Newspaper of The New York Herald, November 14, 1848, Page 1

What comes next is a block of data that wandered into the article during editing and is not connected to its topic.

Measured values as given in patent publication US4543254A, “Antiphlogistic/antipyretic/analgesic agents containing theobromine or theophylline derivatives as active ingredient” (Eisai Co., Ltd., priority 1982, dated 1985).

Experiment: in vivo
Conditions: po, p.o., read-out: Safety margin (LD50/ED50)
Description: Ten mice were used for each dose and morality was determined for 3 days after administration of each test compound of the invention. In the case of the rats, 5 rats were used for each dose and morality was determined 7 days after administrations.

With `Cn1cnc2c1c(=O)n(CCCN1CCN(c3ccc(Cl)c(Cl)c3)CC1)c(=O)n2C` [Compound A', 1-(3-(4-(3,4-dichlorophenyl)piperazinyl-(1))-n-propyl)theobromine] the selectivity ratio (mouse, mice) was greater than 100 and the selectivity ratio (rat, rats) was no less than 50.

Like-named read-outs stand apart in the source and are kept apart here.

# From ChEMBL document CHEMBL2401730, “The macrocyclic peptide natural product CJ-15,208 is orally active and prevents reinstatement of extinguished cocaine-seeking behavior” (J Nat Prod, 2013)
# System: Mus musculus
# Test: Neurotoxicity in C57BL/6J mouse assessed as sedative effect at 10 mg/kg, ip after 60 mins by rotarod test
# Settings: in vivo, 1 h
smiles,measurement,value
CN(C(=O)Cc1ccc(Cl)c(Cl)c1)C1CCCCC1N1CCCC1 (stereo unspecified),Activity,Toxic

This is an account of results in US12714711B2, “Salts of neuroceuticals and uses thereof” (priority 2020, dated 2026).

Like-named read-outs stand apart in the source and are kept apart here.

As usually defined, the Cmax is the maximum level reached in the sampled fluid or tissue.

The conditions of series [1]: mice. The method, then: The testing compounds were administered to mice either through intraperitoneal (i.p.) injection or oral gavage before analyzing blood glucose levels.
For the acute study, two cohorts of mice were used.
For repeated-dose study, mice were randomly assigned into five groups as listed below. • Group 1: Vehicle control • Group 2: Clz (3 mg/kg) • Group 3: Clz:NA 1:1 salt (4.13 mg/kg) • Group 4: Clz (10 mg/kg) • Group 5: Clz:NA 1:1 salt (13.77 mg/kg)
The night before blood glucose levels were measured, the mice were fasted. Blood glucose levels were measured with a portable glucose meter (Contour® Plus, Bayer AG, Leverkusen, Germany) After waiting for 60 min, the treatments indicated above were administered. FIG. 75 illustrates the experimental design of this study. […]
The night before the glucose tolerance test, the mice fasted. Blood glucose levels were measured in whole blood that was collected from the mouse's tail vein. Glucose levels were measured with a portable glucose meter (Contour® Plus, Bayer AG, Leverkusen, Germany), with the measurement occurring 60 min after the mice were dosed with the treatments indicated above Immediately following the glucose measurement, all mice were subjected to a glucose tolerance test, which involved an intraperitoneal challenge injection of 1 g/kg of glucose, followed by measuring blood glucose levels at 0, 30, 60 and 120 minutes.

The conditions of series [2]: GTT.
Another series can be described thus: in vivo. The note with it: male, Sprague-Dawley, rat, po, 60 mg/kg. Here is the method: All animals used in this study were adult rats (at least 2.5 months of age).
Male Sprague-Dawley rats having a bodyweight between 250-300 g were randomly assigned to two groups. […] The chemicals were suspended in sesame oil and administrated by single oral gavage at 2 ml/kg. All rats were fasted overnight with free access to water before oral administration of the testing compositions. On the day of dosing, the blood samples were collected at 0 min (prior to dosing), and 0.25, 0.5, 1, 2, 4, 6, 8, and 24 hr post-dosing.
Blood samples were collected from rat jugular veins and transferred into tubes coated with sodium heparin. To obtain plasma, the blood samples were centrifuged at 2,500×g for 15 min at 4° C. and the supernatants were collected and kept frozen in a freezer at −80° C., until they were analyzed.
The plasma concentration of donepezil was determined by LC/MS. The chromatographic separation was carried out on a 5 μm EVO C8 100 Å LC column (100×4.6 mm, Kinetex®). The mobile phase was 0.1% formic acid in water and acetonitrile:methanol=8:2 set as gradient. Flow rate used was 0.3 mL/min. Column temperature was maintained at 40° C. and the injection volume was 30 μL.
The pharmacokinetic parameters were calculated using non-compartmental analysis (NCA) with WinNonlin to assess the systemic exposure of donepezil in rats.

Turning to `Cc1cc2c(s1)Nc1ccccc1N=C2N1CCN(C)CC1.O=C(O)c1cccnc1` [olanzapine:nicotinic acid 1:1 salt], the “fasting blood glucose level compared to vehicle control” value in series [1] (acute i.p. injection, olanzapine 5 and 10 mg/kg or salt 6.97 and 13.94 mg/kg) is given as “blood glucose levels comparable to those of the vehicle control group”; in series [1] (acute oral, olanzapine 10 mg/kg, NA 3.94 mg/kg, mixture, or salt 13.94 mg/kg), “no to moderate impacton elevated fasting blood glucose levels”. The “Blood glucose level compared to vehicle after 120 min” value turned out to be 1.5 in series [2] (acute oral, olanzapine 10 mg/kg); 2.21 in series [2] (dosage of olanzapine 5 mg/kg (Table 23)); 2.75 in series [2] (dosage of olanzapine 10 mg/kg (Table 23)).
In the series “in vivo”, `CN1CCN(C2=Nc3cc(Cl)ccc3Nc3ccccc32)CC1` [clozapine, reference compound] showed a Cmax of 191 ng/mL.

Newspaper of The New York Herald dated November 14, 1848 Page 1